Jul 302012

Besides still being a great home and WiFi email client, browser, movie player, camera, voice recorder and MP3 machine, I was hoping to be able to use my old HTC EVO 4G phone as an ultimate GPS voice-guided turn-by-turn car navigation system even without a data connection, but it failed during my first test drive.

I am in a process of changing phones so my EVO 4G now has no data or phone connection.  After downloading some Google map “tiles” of my areas to the phone for offline use, I  tried today to use them, but it only “kind of” works, to my disappointment.  The GPS radio showed my position and movements on the map after getting a lock, however, I couldn’t get any driving instructions, which means all the maps I downloaded are good only for viewing but not for navigating.  Furthermore, neither Google Maps nor Navigation app was able to pinpoint my home address on the map when I searched for it, although it is on one of the downloaded areas (I was trying to navigate back home just to see how it works).  Unless I’m doing something wrong, it seems that Google still needs to connect to the server to get navigation instructions, even if you have the map(s) containing the areas of your driving downloaded on your device, so I might have to get the driving instructions while connected to the internet.  That’s fine for a single trip, but if you decide to make a detour to look for gas or a dining place, you may be running into a dead end map, at least till you get to the next available Wi-Fi connection.

UPDATE: I tried that next.  Got my destination while on WiFi and Google Navigation proposed three different routes.  The first included a toll road, the second had a few train passages where I might have to wait and the third begun with an insane gas-wasting runaround, but since it is a beautiful drive and I promised myself I’ll take a scenic route whenever I can, I still chose it and decided to optimize it on my own because I know the roads very well.  When I took the shortcut in the beginning it started telling me to make a u-turn at every crossroads, so I thought it would blindly stick to the route it got while connected to the internet, however, a mile or so later towards my destination it “changed its mind” and started recalculating.  I purposely didn’t follow another turn a mile later so it recalculated again and gave me an updated route.  That’s good.  It works on a destination chosen while connected to the internet and it later recalculates and updates in real time without a data connection. What’s bad, is that I still wasn’t able to pinpoint an address on a map downloaded for offline use.   That feature would be really nice to have when in remote areas without signal or lost in the mountains when you life depends on it and your phone just can’t tell you where that lodge is.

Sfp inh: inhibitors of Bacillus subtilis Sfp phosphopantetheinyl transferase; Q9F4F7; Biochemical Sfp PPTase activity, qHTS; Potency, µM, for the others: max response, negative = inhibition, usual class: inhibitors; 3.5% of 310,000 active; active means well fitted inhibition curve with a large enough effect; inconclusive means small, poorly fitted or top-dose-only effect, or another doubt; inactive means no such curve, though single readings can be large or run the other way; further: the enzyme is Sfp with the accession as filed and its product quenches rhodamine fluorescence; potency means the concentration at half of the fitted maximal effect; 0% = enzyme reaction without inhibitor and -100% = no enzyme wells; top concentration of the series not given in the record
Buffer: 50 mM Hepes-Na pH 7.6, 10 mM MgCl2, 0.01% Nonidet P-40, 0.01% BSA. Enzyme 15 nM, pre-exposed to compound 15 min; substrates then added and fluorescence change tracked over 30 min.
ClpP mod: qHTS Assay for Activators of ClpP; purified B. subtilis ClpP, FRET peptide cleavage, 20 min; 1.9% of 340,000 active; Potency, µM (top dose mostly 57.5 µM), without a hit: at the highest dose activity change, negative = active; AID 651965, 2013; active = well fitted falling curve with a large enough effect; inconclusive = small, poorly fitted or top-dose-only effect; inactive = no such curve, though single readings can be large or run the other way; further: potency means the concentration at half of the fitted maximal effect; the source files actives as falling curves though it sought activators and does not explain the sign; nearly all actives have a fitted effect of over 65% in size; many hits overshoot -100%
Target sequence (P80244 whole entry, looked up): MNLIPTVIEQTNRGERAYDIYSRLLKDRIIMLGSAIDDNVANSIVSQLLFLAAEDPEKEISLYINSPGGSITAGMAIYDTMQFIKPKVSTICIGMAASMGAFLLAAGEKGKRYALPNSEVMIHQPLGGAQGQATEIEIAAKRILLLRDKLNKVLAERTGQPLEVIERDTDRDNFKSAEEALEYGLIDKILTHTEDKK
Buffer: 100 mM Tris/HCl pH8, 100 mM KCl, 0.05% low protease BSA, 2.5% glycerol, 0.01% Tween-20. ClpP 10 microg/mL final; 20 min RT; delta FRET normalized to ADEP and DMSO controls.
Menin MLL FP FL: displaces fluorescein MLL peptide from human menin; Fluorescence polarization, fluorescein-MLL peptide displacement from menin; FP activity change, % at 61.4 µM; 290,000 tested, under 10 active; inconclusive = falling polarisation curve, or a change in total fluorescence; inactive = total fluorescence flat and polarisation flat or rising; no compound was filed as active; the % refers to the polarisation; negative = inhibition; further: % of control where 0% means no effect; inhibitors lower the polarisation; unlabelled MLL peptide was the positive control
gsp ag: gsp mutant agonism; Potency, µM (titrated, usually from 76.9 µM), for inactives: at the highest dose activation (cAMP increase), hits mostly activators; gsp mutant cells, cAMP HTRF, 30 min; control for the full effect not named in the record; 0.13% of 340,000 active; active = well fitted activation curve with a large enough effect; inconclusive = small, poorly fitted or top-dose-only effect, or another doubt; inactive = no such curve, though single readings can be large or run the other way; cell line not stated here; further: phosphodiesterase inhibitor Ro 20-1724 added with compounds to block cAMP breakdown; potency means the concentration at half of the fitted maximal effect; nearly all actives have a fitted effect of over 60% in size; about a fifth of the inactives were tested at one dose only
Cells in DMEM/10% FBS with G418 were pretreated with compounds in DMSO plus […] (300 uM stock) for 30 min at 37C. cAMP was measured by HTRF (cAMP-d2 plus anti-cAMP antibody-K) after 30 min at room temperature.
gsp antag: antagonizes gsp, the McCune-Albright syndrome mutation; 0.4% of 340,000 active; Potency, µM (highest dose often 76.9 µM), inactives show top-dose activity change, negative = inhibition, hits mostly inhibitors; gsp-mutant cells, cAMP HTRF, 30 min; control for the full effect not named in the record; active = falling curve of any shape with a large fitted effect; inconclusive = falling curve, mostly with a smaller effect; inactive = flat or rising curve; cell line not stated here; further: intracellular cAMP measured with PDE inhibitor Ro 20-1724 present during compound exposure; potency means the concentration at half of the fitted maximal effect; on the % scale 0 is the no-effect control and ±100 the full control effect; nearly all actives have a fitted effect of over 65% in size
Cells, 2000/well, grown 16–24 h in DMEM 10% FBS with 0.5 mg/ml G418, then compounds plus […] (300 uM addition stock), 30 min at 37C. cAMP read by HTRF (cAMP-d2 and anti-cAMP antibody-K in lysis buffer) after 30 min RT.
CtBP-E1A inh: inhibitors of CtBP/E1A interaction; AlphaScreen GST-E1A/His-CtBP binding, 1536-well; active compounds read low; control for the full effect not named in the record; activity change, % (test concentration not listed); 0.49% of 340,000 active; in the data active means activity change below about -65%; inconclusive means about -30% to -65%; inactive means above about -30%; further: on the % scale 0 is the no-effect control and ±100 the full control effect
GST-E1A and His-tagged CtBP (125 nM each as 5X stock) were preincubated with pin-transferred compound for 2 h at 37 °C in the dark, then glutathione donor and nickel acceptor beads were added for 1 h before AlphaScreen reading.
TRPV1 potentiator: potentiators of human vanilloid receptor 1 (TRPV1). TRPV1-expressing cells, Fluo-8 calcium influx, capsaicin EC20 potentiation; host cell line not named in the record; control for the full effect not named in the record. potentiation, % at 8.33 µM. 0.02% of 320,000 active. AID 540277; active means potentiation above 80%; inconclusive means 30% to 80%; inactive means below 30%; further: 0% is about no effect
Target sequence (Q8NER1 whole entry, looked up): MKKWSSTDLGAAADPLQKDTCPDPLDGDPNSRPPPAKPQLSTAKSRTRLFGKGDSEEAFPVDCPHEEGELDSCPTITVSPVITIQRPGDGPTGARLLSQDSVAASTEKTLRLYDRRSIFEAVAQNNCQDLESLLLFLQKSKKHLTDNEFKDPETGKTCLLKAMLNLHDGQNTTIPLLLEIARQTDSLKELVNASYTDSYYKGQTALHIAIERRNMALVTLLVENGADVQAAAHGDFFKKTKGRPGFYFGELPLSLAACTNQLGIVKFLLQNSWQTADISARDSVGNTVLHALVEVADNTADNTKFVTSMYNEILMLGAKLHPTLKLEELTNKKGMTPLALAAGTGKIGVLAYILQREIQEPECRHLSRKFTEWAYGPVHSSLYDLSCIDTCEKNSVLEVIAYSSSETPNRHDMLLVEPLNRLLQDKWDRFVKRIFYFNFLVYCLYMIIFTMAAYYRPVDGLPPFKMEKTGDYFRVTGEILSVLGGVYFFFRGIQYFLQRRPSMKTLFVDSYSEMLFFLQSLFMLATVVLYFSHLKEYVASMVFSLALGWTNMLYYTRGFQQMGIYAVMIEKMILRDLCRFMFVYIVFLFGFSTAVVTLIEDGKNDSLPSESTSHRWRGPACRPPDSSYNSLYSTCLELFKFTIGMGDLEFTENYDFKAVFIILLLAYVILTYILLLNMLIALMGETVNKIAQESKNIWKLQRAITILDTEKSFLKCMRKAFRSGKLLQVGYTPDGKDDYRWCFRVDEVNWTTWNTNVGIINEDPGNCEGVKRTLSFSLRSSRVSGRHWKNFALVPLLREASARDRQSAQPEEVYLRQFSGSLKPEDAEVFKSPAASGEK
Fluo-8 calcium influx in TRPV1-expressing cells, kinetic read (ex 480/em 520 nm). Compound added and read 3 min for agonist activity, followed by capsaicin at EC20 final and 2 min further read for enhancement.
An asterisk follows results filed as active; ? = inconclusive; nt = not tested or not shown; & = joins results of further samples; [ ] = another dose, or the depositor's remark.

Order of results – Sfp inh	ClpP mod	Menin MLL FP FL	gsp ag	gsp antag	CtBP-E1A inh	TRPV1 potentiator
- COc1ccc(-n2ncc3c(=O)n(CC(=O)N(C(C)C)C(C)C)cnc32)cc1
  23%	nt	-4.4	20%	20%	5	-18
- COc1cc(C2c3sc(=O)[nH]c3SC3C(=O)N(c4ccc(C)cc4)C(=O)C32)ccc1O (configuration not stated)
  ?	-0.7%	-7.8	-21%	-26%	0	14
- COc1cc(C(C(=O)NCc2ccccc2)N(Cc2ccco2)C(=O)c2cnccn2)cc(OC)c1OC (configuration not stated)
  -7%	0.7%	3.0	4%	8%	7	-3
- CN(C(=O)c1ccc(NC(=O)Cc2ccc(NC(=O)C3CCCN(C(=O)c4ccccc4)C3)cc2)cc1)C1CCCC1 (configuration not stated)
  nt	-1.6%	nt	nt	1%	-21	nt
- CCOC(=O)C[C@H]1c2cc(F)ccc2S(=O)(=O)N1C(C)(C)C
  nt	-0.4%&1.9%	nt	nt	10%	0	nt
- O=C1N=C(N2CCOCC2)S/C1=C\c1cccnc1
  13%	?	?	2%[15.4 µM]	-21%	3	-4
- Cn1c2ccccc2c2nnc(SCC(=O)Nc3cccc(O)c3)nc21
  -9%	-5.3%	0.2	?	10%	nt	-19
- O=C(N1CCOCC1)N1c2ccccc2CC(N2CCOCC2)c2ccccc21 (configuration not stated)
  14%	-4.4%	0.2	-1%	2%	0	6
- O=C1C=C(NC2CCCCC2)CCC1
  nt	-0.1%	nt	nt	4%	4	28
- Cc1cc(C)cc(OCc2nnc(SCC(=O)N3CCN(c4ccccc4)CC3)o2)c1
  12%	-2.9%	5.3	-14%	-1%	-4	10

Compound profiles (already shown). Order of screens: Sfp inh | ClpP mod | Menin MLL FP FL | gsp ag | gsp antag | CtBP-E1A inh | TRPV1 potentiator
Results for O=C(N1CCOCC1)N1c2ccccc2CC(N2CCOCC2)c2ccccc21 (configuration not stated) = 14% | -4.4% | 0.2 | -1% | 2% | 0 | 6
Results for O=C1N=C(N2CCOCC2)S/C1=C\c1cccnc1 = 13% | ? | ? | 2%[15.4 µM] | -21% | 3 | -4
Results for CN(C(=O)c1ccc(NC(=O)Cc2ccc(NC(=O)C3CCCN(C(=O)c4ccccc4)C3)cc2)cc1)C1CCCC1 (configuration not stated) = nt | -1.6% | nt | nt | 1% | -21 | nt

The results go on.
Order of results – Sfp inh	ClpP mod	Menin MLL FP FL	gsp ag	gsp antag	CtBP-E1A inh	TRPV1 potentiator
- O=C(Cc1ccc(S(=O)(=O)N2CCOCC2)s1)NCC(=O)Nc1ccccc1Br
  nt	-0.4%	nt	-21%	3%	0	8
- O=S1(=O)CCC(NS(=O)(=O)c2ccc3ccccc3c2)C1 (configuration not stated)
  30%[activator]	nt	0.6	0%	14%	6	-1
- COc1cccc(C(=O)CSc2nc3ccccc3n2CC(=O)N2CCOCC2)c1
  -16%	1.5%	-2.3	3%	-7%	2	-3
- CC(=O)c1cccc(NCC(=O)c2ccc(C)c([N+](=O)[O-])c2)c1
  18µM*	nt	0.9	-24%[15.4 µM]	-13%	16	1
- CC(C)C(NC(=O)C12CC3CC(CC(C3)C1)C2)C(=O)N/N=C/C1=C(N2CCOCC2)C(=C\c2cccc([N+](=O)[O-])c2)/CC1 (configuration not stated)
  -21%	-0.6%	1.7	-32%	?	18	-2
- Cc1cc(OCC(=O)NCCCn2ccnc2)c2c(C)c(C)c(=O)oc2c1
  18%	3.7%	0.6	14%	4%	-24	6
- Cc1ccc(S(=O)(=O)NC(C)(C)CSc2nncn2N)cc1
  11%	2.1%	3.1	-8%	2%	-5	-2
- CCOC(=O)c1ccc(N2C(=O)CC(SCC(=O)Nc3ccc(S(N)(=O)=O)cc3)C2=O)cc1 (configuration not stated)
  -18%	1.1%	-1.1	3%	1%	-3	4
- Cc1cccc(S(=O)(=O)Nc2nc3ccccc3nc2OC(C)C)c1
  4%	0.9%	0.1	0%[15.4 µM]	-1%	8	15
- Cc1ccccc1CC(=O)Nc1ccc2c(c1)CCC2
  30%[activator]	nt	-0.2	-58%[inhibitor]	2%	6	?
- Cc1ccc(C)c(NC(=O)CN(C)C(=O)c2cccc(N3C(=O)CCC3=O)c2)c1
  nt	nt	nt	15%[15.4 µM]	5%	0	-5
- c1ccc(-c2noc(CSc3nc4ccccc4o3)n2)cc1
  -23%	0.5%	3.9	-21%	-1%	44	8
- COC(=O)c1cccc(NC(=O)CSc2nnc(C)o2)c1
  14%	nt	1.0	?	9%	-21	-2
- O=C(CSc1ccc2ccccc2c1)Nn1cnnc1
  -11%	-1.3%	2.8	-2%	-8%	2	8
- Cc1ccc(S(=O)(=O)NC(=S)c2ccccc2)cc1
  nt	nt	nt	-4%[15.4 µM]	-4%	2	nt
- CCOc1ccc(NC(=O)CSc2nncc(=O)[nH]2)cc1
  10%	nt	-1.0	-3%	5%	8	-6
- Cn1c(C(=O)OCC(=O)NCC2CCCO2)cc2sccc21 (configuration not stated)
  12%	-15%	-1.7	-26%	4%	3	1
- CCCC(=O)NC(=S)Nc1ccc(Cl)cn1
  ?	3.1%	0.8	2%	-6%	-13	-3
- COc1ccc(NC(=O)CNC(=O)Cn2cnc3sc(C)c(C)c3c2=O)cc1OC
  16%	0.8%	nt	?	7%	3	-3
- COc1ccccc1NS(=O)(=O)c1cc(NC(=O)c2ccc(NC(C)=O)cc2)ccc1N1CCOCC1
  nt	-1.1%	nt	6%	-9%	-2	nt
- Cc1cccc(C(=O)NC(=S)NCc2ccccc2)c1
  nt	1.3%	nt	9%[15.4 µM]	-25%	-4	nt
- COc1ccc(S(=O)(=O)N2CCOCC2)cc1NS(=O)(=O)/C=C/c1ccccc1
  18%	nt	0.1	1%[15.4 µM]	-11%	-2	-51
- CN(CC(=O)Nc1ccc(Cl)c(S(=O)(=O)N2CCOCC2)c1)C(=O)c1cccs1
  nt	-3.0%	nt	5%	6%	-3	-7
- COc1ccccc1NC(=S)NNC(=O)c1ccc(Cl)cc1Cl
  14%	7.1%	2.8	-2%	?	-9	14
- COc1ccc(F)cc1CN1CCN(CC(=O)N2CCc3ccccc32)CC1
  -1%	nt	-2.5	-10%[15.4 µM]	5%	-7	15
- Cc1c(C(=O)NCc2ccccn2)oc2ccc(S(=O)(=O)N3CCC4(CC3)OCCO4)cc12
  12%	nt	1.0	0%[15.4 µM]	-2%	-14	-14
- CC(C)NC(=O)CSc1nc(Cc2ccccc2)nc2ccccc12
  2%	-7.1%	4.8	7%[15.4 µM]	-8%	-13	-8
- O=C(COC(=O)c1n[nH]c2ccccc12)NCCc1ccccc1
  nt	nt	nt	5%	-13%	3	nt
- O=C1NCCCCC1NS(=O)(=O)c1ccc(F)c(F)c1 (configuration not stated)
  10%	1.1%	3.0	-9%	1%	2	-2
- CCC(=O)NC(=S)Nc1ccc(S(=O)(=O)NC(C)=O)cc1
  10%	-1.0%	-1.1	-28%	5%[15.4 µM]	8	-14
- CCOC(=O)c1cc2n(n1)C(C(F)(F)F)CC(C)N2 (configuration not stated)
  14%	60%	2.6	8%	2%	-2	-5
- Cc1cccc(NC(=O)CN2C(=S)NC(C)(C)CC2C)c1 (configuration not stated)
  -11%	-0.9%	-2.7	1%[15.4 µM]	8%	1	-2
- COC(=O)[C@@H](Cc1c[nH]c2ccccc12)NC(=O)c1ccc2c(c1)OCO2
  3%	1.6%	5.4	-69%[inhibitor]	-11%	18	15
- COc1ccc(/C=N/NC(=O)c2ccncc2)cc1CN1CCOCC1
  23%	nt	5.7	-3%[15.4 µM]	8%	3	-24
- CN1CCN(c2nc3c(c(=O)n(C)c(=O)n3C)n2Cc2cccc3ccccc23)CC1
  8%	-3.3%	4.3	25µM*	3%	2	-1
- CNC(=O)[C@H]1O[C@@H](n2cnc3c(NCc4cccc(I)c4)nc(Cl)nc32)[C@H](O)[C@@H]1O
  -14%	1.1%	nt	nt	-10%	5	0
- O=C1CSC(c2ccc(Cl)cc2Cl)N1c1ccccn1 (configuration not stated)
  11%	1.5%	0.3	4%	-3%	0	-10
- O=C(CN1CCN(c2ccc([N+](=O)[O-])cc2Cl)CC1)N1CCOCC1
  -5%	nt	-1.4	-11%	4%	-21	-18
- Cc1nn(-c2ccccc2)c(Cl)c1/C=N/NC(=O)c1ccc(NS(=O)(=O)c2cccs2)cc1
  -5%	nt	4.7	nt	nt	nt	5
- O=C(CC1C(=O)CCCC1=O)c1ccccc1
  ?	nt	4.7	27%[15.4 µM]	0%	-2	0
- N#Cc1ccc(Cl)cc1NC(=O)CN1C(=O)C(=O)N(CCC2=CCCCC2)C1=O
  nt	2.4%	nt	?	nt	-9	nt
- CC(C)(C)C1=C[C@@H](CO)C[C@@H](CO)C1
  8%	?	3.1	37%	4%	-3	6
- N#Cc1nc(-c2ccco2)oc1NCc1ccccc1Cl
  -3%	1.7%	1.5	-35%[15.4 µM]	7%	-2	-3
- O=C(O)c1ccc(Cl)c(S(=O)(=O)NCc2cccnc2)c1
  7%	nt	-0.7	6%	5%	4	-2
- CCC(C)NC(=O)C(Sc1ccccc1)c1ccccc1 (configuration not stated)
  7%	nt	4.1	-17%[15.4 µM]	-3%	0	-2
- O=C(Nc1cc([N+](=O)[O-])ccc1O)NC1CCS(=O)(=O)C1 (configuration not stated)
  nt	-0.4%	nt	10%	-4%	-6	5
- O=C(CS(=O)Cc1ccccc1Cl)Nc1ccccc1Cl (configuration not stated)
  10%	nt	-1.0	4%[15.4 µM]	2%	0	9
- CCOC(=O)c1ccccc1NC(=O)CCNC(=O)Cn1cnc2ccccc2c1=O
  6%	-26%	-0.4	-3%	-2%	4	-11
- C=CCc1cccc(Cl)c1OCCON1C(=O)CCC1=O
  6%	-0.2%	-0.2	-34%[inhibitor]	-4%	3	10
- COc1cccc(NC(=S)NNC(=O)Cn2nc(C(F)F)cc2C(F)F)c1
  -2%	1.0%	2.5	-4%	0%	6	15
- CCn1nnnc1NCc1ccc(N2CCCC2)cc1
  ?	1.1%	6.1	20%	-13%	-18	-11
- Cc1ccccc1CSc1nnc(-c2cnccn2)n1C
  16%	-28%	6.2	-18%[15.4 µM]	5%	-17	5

Next experiment: I’ll try to navigate with downloaded Google Maps on my HP TouchPad with CyanogenMod 9 Android.  Even though  this tablet doesn’t have a standalone GPS radio, it should be able to pinpoint its approximate location when multiple WiFi signals are available.

  2 Responses to “Unable to Navigate Downloaded Google Maps on Android without Data Connection”

  1. Well you havn’t updated so I can only guess it didn’t go well. but yea I could tell you it wouldn’t work, for one most peoples wifi are no longer open these days. You may see 2-4 access points but you will be lucky if 1 is open, this means no location data from 3 of them. Also the nature of wifi does not allow multiple connections for triangulation, and then there is the fact that wifi location look ups are a guessing game from online services based on your isp provider and no gps data is used.

    In short, it is impossible to navigate without a gps transmitter.

    I too was hoping to use my old optmius V as an offline GPS though, sad to see I will probably need non-google software.

    • You guessed right; I couldn’t navigate with TouchPad even with maps saved because it doesn’t have a gps radio.

      However, Google does use WiFi when GPS signals are weak to triangulate and it doesn’t need open WiFi, because it only uses the names of the WiFi networks they recorded in the area, but this worked on my devices only when there’s also a data connection available. It has sort of a map of known access points and SSIDs (WiFi network names) tied to the map so when the GPS radio doesn’t see many satellites they can still triangulate based on the limited GPS info combined with the mobile tower info, combined with a more or less known WiFi mesh. This works for example when I’m driving through Chicago downtown where there’s so many high buildings that are obstructing satellite navigation.

      But you are still sort of right, because lacking a GPS receiver and cellular data the TouchPad is dead in the water and will show location only if connected to a WiFi network.
      When I used to have a WiFi hotspot configured on my phone I was able to connect and use Google Maps and Navigation on the TouchPad and it worked great. I guess it was getting the GPS position from the phone. Without a data connection and a GPS radio it’s a dud even with downloaded map of the area and WiFi enabled but not connected. I guess my expectations were too high.

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